I Wish I Would Have Known…

Friday! It’s here!

Thank God.

I’d love to say I’m looking forward to a low key, relaxing weekend, but that’s hardly the case.

I’m running the Brooklyn Half Marathon tomorrow! I’ve never done this race before and I’m excited to run in another borough for the first time. I’m also looking forward to running my butt out to Coney Island. I’ve never been there and I can’t wait to run along the boardwalk to finish up the 13.1 mile adventure.

I don’t necessarily feel super confident going into this race, mostly because my stomach has really been upsetting me this week. I’m hoping it’s just stress-induced and it’ll pass by the end of this sure-to-be-hectic workday, but we’ll see.

I’m not looking to PR tomorrow. I’m still pretty satisfied with my National Half Marathon numbers and — for the first time in my racing “career” — I don’t feel compelled to beat my previous time. I want to enjoy the course, I want to meet people at the start and finish, and I want to smile a lot. Those are my goals.

I picked up all my race goodies last night, which mostly just includes a shiny new (orange!) technical T-shirt, which I love, and my race number.

Pickup took roughly 4 seconds. I commend the New York Road Runners for being wonderfully organized, as always.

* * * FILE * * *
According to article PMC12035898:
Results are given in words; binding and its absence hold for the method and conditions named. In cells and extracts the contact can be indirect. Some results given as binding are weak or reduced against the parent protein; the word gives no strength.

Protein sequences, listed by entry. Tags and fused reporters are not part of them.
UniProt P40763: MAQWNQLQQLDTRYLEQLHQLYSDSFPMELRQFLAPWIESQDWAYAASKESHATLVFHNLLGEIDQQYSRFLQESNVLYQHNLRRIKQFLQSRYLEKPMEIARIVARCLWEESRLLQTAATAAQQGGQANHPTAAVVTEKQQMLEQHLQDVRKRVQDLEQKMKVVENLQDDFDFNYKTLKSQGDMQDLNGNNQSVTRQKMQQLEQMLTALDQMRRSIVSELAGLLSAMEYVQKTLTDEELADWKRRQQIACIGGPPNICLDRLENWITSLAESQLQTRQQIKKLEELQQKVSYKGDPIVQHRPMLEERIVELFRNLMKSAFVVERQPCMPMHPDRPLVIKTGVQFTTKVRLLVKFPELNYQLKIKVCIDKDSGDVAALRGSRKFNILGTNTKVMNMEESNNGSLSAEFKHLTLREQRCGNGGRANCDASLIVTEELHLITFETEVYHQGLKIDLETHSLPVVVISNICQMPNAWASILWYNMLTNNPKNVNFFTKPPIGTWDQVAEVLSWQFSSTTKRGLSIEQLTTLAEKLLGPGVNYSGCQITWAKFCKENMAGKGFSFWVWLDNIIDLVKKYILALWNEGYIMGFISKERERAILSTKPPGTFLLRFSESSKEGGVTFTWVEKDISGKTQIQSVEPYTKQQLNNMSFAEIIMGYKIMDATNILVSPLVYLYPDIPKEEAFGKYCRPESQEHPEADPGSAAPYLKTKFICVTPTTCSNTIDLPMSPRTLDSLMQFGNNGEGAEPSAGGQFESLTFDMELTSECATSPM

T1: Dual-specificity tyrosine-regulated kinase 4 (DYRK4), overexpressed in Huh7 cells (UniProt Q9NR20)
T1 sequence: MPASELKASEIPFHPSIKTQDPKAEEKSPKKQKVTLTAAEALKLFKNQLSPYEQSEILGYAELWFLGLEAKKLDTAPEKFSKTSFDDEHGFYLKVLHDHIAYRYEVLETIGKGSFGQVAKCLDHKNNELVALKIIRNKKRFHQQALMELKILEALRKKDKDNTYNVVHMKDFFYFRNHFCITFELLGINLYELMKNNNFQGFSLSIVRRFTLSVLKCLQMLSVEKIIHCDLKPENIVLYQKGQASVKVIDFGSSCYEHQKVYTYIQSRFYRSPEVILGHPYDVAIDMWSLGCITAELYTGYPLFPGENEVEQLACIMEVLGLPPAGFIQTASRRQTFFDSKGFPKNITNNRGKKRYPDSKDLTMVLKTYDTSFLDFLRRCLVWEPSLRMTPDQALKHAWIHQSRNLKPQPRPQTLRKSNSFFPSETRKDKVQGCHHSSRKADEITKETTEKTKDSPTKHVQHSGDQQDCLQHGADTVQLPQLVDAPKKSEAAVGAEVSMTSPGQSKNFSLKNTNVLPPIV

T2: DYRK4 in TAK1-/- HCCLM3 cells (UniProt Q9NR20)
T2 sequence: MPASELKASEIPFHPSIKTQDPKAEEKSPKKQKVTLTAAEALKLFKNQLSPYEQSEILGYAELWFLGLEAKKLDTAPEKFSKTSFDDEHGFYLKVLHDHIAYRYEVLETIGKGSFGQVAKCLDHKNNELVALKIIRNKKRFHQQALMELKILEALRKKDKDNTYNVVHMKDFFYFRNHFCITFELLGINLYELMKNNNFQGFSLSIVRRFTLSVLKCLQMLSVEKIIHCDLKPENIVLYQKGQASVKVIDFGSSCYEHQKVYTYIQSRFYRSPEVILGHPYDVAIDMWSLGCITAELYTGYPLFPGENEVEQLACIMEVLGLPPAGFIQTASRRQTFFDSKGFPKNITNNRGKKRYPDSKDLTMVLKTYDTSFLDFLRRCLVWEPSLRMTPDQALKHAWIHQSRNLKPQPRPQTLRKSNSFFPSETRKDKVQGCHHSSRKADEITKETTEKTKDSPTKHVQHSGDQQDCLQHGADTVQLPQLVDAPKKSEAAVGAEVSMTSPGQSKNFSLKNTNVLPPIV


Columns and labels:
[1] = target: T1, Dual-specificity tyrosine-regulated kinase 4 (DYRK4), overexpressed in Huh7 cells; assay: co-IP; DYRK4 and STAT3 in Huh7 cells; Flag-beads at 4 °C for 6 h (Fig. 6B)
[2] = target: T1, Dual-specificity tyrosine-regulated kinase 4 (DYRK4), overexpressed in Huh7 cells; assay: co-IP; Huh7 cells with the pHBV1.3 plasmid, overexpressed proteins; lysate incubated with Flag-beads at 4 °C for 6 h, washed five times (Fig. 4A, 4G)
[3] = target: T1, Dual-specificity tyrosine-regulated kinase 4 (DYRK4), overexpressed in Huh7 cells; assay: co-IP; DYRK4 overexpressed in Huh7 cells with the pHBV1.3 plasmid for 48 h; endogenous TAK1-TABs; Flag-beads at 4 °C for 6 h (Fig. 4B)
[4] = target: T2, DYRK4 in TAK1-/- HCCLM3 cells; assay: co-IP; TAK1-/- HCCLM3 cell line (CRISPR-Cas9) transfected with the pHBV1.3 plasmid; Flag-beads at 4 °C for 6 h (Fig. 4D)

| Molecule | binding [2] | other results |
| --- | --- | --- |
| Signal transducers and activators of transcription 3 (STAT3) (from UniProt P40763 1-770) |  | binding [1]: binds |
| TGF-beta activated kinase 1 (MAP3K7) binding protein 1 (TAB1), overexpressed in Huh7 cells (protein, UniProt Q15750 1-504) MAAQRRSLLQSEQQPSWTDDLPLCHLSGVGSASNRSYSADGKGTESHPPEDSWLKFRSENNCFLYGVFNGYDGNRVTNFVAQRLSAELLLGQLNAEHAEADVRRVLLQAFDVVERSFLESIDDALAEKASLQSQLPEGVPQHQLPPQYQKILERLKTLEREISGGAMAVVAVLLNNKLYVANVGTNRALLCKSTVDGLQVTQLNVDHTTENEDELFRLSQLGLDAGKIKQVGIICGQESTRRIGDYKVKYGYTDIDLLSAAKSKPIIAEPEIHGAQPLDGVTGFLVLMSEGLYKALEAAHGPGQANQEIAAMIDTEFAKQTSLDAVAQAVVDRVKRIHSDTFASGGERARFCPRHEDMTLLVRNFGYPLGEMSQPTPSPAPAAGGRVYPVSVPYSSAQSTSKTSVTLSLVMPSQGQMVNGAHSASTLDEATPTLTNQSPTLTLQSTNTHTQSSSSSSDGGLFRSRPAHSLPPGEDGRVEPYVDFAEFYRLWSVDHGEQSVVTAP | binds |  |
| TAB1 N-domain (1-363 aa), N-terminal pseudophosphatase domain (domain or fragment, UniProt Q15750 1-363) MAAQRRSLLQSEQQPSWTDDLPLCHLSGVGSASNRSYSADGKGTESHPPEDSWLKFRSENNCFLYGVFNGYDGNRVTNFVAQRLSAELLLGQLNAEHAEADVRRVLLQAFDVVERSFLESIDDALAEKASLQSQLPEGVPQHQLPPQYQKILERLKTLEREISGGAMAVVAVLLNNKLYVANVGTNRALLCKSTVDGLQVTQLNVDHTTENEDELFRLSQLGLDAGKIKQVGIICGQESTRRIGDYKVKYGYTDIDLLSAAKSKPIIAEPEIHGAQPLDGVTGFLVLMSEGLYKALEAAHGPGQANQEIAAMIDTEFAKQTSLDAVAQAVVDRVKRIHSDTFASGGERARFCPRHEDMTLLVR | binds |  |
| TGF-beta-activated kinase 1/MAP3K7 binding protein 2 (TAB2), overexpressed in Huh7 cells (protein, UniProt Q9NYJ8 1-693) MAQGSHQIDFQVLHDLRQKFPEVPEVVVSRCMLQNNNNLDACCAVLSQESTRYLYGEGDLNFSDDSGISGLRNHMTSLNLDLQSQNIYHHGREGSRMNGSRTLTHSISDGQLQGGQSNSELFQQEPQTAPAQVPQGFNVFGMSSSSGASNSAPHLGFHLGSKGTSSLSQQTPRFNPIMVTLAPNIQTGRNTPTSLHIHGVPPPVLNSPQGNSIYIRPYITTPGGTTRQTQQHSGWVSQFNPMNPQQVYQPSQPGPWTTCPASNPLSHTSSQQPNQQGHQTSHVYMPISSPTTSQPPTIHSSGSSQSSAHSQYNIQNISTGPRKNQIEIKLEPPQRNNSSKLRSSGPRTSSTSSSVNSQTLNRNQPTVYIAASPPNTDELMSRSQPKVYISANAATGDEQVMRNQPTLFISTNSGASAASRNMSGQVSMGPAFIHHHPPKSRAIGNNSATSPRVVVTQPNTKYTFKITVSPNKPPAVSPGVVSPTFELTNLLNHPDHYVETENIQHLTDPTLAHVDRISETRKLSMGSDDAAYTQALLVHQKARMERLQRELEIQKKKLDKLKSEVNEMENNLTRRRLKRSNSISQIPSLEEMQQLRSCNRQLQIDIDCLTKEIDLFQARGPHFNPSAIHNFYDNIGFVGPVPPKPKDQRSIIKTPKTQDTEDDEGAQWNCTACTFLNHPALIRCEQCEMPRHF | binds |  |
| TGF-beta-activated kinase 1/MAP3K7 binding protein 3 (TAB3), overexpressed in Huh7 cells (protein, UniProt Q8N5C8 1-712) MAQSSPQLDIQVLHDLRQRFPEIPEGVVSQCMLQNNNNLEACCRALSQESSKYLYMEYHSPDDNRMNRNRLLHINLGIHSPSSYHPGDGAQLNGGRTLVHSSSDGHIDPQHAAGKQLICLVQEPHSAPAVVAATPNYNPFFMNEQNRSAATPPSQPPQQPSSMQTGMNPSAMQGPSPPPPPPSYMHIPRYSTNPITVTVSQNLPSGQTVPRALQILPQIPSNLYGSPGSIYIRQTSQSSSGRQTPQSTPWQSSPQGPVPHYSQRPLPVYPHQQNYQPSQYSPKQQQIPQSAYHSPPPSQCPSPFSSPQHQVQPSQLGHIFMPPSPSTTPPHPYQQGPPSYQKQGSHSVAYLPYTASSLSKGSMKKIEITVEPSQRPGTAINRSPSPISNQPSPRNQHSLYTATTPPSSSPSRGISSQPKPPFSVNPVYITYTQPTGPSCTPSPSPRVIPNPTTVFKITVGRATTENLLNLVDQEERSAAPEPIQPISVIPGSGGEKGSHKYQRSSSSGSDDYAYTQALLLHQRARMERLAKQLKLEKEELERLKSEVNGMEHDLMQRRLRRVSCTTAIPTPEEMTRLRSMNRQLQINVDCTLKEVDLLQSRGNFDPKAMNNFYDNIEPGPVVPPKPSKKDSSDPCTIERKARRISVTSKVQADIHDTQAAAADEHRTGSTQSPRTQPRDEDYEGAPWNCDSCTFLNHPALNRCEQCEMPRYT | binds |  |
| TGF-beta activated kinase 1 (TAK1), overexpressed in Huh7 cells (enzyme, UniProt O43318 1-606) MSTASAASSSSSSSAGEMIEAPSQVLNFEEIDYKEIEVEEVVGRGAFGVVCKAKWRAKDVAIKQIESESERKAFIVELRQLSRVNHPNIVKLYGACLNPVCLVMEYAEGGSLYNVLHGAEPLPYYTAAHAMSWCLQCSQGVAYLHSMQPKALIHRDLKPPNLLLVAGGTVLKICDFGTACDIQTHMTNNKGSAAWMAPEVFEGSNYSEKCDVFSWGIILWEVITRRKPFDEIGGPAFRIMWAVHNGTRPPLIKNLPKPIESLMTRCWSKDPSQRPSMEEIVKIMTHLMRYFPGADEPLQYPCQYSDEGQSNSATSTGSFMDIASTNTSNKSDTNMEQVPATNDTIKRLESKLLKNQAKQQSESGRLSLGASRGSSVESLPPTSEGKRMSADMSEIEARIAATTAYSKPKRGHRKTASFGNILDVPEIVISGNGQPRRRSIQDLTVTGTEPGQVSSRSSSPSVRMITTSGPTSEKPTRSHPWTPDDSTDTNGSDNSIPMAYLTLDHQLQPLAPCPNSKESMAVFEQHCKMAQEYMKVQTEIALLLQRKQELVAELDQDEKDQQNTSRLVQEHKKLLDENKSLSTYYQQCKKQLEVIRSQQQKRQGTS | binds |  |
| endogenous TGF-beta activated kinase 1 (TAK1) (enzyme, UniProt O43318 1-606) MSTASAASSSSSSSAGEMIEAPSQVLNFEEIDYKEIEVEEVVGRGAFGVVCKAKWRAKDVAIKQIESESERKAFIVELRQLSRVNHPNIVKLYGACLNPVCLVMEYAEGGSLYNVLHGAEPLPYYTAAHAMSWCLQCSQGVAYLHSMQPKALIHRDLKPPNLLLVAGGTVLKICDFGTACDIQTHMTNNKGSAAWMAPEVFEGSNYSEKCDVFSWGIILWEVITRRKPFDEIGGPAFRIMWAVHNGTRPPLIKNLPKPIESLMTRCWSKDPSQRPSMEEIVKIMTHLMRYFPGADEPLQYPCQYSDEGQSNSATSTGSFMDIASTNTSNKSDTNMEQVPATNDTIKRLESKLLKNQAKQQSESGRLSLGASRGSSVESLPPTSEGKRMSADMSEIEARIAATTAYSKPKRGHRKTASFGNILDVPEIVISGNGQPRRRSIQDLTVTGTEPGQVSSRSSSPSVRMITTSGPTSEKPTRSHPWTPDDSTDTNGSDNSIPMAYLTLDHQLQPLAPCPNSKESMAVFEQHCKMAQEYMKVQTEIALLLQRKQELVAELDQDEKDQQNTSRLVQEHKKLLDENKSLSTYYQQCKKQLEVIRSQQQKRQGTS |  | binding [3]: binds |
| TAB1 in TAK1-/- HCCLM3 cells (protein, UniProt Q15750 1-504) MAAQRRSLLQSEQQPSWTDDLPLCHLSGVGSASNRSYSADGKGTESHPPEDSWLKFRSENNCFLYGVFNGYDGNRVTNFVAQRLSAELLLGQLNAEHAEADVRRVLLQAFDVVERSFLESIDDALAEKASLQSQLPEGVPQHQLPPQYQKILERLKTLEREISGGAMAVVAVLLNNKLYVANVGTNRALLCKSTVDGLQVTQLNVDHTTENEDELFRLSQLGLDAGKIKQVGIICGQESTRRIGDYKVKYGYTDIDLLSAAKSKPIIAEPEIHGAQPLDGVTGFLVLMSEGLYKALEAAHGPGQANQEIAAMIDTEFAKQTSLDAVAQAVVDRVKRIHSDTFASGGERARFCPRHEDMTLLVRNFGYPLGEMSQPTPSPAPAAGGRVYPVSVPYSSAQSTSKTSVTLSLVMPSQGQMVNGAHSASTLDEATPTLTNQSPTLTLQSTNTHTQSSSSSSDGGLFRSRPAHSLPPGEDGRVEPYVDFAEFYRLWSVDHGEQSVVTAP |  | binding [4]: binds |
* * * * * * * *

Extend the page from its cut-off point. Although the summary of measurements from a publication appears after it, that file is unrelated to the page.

And I love the shirt!

To stay in half marathon-mode, my next task last night was creating my official Brooklyn Half Marathon Playlist.

It’s got some current stuff I’m obsessed with (“The Edge of Glory” and “Best Love Song”), some old favorites (“Womanizer”), some angry music (“Shipping Up To Boston”) and some Broadway tunes (“So Much Better” and “96,000”).

Without further ado:

This playlist is roughly 4 hours long. I don’t plan to be running for that long. But I do have song ADD and I rarely listen to a song the entire way through. I’ll also set the playlist to shuffle so I can be surprised by each song that comes through the rotation.

OK, so you may be wondering, what’s “I Wish I Would Have Known?”

I’m glad you asked.

If you didn’t ask, but are still reading anyway, I’m glad you’re here. Thanks for stopping by.

When I was an Orientation Leader in college (overachiever/nerd alert), the senior OLs always put together a video for the freshmen about things they wish they had known before starting college.

Years later, when I was a mentor with Team Challenge leading up to the Las Vegas Half Marathon, I put together something similar for the new runners. All the mentors came up with our best pre-race advice.

I’ve learned a lot more since then, but here are some things we wish we would have known before running our first half marathons:

  • Hydrate all weekend. Not just race morning. In fact, barely hydrate on race morning or else you will have to pee at the first port-a-potty, and trust me, that line is long.
  • Wait until longer into the course to pee. The lines for the port-a-potties won’t be as long then.
  • Make a wake-up call chain. 4 am is early, and you must be ready to go at 5 am. It’s not worth scrambling to get ready, so team up with some people and help each other WAKE UP!
  • If you’re traveling for the race, have race day clothes and back-up race day clothes. You may think you want to run in tights, but maybe you get to wherever your race is and wish you had your __________. Anticipate that wish and pack your ____________ so you can be ready for anything.